Is Oboe Harder Than Flute?

As the two woodwind instruments that play the highest notes and lovely solos, flute and oboe are often compared to each other. While each contains its own unique challenges, is oboe considered harder than flute?

Oboe is one of the most difficult instruments to learn to play and is harder than flute. It takes years to develop a nice tone on oboe and learn to craft reeds, and the instrument requires more endurance overall. 

Of course, this doesn’t mean it the oboe is not worth the effort. Examining what specific challenges there are on each instrument should also be taken into account when comparing the two. 

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Difficulty of getting a decent sound initially

Initially, it can take time for a beginner to even produce a sound on the oboe. The opening of the reed is very small and requires extreme precision and correct air pressure to create a sound at all. 

Creating a sound on the flute also takes some effort at first. Forming the embouchure and aiming the air properly may take some experimentation, but most students are able to quickly get something to come out

A beginner flute sound often starts out slightly airy, but will still be palatable. Oboe sound is difficult to control, and it might sound similar to a honking goose for a while.

Because the oboe has two reeds to vibrate, beginners may find it challenging to get the instrument to respond right away. Flute is much simpler to get the air to connect and make sound.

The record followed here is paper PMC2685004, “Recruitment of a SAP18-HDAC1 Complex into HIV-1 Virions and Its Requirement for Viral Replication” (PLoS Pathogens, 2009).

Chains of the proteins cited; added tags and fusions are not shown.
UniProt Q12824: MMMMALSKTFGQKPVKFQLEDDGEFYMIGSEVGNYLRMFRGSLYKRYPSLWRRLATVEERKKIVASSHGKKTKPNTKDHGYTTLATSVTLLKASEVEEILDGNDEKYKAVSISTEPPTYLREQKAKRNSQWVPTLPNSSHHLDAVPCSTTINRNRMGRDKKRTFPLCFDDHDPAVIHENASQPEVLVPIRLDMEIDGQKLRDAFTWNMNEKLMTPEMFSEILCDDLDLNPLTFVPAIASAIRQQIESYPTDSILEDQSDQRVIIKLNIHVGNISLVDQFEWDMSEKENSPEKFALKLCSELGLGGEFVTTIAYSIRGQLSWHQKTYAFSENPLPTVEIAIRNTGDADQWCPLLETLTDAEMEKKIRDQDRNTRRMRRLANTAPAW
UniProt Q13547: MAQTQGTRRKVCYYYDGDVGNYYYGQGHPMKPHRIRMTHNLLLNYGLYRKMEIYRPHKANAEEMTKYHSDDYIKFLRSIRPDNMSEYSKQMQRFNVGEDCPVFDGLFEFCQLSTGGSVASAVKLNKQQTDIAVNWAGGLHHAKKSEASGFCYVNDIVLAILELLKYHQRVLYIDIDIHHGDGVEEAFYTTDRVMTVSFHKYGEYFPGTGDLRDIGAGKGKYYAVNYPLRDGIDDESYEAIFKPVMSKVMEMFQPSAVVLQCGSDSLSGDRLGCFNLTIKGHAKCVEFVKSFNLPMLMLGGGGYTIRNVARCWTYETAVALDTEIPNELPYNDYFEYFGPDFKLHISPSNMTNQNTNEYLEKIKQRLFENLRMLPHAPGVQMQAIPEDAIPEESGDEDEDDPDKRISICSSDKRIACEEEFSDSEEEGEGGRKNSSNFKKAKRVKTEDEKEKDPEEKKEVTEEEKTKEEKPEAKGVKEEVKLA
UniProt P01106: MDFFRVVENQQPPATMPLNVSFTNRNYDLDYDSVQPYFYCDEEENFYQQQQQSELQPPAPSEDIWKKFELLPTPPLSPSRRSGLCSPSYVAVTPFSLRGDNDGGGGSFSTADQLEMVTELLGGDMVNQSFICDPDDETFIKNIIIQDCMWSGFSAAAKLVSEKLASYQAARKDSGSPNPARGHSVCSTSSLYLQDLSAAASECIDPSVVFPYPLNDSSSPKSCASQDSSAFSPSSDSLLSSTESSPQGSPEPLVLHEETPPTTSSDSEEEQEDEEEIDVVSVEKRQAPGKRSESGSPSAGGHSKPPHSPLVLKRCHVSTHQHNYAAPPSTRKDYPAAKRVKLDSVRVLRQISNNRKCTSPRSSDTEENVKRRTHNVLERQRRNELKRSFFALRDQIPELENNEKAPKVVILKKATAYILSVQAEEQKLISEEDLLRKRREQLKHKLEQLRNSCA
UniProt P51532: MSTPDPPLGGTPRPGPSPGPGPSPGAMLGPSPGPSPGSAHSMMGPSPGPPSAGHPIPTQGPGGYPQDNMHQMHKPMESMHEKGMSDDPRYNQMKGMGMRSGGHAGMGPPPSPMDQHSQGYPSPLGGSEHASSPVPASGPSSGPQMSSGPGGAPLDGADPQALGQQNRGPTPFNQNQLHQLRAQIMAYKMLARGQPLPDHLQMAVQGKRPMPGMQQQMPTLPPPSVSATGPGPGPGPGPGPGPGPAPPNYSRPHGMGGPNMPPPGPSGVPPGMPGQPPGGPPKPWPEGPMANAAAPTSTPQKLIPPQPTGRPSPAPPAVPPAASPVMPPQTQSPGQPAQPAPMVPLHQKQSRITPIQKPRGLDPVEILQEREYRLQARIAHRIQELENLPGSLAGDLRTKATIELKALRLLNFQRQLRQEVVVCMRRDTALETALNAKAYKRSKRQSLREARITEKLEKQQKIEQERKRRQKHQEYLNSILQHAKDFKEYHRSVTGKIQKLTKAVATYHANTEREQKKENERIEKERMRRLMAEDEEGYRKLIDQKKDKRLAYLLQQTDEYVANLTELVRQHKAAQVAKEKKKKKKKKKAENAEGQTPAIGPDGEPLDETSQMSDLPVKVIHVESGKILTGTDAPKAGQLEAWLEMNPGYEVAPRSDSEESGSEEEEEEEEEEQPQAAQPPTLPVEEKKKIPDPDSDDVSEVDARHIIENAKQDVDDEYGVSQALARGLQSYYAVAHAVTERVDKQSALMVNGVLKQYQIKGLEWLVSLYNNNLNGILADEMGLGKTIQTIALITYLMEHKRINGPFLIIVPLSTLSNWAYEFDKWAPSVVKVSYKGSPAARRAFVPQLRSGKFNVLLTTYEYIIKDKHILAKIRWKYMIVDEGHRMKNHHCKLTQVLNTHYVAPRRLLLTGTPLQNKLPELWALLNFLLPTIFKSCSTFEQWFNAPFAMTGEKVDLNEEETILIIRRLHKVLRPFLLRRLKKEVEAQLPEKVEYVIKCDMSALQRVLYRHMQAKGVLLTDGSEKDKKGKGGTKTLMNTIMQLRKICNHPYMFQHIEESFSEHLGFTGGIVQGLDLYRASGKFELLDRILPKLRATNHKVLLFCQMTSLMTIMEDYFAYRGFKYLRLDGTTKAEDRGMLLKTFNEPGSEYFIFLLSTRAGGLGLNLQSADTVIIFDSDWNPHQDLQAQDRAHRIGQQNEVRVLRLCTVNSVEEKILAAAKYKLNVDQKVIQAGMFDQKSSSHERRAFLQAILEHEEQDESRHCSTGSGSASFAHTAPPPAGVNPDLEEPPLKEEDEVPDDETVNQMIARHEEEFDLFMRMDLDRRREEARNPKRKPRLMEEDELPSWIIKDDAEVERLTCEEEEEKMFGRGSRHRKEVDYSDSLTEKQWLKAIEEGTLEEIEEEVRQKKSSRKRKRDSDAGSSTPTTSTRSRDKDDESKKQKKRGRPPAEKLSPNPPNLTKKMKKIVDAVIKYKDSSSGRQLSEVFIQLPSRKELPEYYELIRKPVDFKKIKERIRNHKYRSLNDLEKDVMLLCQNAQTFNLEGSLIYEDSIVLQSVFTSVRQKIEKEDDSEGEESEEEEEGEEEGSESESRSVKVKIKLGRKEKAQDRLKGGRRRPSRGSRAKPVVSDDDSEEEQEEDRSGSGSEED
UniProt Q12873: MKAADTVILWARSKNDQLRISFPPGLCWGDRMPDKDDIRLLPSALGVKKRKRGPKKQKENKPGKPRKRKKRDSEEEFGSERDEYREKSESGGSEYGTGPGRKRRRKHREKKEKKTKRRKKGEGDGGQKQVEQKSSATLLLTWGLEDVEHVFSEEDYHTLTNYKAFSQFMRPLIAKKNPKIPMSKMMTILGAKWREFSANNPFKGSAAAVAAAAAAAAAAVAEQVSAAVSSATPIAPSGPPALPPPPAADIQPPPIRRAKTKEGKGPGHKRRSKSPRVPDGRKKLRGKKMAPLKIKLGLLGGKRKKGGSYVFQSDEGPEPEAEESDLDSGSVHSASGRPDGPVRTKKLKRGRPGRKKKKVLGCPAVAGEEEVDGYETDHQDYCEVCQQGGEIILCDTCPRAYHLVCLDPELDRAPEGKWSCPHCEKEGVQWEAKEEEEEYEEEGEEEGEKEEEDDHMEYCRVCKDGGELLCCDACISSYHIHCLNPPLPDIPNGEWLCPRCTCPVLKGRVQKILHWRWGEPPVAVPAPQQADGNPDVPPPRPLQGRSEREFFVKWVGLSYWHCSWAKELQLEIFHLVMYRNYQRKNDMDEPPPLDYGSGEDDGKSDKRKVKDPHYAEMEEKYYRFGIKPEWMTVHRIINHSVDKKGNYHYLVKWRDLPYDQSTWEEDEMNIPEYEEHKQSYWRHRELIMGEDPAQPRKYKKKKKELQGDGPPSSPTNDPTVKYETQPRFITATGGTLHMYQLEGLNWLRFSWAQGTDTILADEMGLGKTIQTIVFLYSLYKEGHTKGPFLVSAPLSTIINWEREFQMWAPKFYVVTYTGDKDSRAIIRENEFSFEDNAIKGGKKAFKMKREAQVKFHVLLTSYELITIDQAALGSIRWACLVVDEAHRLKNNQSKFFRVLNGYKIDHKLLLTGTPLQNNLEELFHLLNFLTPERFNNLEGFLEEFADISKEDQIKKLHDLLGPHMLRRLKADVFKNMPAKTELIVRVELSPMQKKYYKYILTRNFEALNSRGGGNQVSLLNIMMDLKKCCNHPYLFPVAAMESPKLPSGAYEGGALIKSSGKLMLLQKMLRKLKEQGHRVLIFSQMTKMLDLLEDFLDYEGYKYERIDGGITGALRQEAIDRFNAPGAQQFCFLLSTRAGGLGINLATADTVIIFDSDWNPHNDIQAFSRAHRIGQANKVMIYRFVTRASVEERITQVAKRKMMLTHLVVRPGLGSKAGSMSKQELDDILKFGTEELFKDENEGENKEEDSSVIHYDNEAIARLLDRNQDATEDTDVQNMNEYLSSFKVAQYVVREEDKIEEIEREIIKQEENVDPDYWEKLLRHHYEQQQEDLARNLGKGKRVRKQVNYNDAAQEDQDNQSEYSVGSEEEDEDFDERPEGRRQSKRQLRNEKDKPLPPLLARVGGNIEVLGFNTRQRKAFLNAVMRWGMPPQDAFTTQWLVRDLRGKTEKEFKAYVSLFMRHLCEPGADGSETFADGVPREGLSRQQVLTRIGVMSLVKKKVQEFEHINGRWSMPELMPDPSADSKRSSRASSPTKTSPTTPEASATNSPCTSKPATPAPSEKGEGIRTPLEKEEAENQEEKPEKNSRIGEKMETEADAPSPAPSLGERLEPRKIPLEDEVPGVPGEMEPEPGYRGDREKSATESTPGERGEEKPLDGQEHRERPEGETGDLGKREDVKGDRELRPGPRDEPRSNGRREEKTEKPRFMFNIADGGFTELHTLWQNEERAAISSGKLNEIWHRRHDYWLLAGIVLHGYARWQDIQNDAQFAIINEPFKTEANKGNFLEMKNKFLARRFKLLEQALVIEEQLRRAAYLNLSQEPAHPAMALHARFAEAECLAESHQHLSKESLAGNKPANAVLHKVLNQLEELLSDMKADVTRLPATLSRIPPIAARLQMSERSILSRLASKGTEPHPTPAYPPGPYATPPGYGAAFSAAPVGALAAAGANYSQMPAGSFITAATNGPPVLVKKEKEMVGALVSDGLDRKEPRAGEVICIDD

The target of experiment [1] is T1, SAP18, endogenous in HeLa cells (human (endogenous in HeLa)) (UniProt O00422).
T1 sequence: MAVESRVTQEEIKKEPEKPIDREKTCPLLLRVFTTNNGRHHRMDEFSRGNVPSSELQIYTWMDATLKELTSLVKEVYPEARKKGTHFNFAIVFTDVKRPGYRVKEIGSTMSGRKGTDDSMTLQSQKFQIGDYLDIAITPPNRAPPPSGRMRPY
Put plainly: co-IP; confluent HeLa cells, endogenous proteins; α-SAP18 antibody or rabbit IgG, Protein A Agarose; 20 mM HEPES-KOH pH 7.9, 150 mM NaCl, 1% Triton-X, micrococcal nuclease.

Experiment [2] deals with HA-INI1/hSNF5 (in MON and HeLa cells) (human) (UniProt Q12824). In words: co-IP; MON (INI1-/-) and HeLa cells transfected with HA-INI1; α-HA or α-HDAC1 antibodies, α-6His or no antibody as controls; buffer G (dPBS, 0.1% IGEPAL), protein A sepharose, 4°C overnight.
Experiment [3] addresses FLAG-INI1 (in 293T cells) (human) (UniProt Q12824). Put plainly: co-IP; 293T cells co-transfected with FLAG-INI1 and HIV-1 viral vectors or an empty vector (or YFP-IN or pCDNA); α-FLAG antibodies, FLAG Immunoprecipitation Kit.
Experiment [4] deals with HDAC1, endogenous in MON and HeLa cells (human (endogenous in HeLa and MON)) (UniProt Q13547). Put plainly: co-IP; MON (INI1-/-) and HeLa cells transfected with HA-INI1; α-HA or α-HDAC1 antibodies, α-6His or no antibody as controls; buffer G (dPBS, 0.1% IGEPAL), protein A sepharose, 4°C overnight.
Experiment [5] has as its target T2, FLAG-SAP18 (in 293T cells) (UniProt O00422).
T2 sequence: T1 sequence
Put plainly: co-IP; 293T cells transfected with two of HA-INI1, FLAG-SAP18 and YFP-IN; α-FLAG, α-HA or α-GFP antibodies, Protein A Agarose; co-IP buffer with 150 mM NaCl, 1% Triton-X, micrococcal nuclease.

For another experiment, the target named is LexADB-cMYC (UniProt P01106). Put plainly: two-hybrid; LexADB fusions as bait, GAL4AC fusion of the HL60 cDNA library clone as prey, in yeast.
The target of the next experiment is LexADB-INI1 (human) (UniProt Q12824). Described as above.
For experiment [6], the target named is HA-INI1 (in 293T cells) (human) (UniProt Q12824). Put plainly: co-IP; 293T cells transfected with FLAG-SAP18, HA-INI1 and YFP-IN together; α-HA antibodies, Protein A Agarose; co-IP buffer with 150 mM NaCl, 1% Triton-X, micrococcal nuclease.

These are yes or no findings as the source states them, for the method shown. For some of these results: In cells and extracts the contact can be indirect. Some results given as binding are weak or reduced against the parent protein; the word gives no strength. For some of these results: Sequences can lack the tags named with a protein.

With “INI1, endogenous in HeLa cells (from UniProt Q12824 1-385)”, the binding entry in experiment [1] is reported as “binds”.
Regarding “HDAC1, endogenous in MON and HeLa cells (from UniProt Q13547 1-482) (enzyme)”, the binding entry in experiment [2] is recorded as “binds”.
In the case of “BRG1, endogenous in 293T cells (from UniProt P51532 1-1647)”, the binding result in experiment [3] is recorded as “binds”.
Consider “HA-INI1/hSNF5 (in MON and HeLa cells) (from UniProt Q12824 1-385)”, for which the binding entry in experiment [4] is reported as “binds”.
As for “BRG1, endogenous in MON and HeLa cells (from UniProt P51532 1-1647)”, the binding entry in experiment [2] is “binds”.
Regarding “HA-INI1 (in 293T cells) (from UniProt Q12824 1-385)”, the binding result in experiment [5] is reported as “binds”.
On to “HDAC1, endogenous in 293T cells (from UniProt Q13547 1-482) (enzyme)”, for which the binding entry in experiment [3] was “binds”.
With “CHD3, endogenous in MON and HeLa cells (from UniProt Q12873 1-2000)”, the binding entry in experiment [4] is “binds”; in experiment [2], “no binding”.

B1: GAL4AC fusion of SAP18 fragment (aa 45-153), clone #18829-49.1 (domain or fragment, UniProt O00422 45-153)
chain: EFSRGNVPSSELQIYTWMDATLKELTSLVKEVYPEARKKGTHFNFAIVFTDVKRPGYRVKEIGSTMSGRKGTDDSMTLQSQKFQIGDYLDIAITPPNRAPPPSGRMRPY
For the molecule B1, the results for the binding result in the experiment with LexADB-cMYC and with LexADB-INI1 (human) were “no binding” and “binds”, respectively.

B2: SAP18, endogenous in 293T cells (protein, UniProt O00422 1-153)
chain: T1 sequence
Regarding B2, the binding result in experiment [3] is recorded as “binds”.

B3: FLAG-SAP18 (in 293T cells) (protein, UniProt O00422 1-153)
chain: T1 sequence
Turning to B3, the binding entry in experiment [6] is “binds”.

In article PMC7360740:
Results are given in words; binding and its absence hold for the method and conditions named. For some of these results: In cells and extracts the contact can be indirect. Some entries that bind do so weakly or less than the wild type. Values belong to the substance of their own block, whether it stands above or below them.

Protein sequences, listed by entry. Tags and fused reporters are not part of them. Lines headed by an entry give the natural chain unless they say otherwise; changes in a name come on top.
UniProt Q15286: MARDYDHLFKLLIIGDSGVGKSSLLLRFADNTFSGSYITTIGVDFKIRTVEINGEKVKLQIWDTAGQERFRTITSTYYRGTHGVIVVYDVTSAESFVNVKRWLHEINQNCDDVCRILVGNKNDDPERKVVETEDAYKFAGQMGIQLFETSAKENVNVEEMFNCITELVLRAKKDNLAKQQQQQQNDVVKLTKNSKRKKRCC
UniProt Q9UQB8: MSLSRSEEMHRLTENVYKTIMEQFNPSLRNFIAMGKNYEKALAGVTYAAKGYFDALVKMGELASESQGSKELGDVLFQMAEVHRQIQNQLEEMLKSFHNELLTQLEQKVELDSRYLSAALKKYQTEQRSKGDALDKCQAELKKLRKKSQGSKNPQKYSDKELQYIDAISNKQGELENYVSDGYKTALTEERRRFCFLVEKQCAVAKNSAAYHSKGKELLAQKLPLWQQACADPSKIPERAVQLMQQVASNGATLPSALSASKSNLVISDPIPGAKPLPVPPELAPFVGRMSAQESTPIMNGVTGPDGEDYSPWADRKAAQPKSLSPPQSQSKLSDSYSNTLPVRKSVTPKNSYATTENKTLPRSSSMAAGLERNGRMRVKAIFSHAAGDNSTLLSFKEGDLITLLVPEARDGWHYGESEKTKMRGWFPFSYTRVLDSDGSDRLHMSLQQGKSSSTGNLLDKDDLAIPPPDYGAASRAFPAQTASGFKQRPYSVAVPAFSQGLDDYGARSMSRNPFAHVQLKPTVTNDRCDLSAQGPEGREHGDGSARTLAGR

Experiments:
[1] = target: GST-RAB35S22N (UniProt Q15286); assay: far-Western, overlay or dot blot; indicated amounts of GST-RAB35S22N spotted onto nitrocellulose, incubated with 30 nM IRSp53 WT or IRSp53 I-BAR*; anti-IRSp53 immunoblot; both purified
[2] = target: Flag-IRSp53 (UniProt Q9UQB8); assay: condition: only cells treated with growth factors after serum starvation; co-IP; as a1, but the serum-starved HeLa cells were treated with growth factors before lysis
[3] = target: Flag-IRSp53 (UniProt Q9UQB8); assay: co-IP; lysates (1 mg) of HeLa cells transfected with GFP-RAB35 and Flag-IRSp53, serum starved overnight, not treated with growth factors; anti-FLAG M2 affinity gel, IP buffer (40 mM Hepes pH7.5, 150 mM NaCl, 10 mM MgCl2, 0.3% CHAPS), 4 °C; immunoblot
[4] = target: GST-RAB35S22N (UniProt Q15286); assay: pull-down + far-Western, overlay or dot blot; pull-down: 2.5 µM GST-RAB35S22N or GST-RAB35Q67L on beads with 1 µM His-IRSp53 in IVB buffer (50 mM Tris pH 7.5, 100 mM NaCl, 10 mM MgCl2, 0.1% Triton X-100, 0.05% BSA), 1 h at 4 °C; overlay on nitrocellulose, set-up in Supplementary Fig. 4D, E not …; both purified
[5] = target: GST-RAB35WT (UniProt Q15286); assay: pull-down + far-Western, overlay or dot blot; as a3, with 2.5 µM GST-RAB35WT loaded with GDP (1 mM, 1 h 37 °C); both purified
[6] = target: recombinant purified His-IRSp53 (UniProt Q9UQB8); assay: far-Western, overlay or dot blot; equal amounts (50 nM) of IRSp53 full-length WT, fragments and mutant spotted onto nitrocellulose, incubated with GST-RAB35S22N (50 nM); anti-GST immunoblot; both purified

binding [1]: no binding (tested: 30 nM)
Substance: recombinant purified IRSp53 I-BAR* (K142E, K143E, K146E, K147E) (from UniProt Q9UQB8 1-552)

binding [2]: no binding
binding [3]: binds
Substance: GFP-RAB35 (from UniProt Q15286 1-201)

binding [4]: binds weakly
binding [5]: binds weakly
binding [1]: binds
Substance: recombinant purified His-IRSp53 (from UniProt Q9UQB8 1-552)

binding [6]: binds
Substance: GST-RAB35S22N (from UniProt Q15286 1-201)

It takes practice and time to achieve a nice sound on either instrument, but oboe usually takes longer to do so. It will take years to develop a consistent, characteristic tone on oboe.

No reeds vs making your own reeds

No reeds vs making your own reeds

The quality of your sound on oboe is heavily influenced by the reed. Pre-made or manufactured oboe reeds can be purchased, but will never be to the same standard as handmade reeds. 

As they progress, oboists learn to make their own reeds, by hand, which is a specialized skill in itself. It takes a lot of attention to detail and practice to cut and shape reeds, but will guarantee a quality reed made exactly the way you need. 

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Crafting reeds is a time consuming task, especially without experience, and requires specialty tools. Taking into account that an oboe reed will last for 10-15 hours of playing, you will be spending a lot of time creating reeds every 2-3 weeks or so.

The flute requires no reeds at all. Flutists do not have to spend any extra time creating anything for their instrument, and can solely focus on practicing their music rather than making reeds.

Breath support & breath control

Both instruments require good breath support and control, but vary greatly in how this is approached. When it comes to the amount of air and how it’s used, flute and oboe are basically the opposite of each other. 

On flute, the player takes large, deep breaths, and likely uses all of their air while playing. In fact, young flutists often run out of air and must expand their lung capacity to make it through phrases in music.